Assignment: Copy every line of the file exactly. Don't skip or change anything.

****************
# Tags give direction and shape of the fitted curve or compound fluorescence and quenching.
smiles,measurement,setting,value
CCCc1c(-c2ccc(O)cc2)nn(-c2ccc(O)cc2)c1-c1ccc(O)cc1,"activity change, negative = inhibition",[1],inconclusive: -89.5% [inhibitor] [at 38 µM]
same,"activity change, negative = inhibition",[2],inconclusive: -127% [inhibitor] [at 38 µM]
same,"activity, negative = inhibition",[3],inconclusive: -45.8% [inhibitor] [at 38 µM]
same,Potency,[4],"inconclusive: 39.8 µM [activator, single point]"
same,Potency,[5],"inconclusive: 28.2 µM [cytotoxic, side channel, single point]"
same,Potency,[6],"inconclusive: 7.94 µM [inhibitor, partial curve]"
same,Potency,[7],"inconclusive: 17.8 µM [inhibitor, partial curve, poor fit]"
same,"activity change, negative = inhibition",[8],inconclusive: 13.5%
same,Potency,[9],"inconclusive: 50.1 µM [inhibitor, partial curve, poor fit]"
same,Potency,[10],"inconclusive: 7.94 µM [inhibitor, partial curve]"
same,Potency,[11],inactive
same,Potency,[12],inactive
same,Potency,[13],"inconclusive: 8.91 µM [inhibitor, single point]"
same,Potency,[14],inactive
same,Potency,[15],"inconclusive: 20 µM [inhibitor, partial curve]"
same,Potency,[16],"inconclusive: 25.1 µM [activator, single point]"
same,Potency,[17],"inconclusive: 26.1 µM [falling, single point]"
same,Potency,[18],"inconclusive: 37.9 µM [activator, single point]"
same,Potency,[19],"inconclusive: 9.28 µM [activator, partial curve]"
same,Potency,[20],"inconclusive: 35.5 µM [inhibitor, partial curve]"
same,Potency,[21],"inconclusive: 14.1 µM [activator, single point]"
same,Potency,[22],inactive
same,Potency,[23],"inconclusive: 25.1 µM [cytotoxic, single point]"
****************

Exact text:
# Tags give direction and shape of the fitted curve or compound fluorescence and quenching.
smiles,measurement,setting,value
CCCc1c(-c2ccc(O)cc2)nn(-c2ccc(O)cc2)c1-c1ccc(O)cc1,"activity change, negative = inhibition",[1],inconclusive: -89.5% [inhibitor] [at 38 µM]
same,"activity change, negative = inhibition",[2],inconclusive: -127% [inhibitor] [at 38 µM]
same,"activity, negative = inhibition",[3],inconclusive: -45.8% [inhibitor] [at 38 µM]
same,Potency,[4],"inconclusive: 39.8 µM [activator, single point]"
same,Potency,[5],"inconclusive: 28.2 µM [cytotoxic, side channel, single point]"
same,Potency,[6],"inconclusive: 7.94 µM [inhibitor, partial curve]"
same,Potency,[7],"inconclusive: 17.8 µM [inhibitor, partial curve, poor fit]"
same,"activity change, negative = inhibition",[8],inconclusive: 13.5%
same,Potency,[9],"inconclusive: 50.1 µM [inhibitor, partial curve, poor fit]"
same,Potency,[10],"inconclusive: 7.94 µM [inhibitor, partial curve]"
same,Potency,[11],inactive
same,Potency,[12],inactive
same,Potency,[13],"inconclusive: 8.91 µM [inhibitor, single point]"
same,Potency,[14],inactive
same,Potency,[15],"inconclusive: 20 µM [inhibitor, partial curve]"
same,Potency,[16],"inconclusive: 25.1 µM [activator, single point]"
same,Potency,[17],"inconclusive: 26.1 µM [falling, single point]"
same,Potency,[18],"inconclusive: 37.9 µM [activator, single point]"
same,Potency,[19],"inconclusive: 9.28 µM [activator, partial curve]"
same,Potency,[20],"inconclusive: 35.5 µM [inhibitor, partial curve]"
same,Potency,[21],"inconclusive: 14.1 µM [activator, single point]"
same,Potency,[22],inactive
same,Potency,[23],"inconclusive: 25.1 µM [cytotoxic, single point]"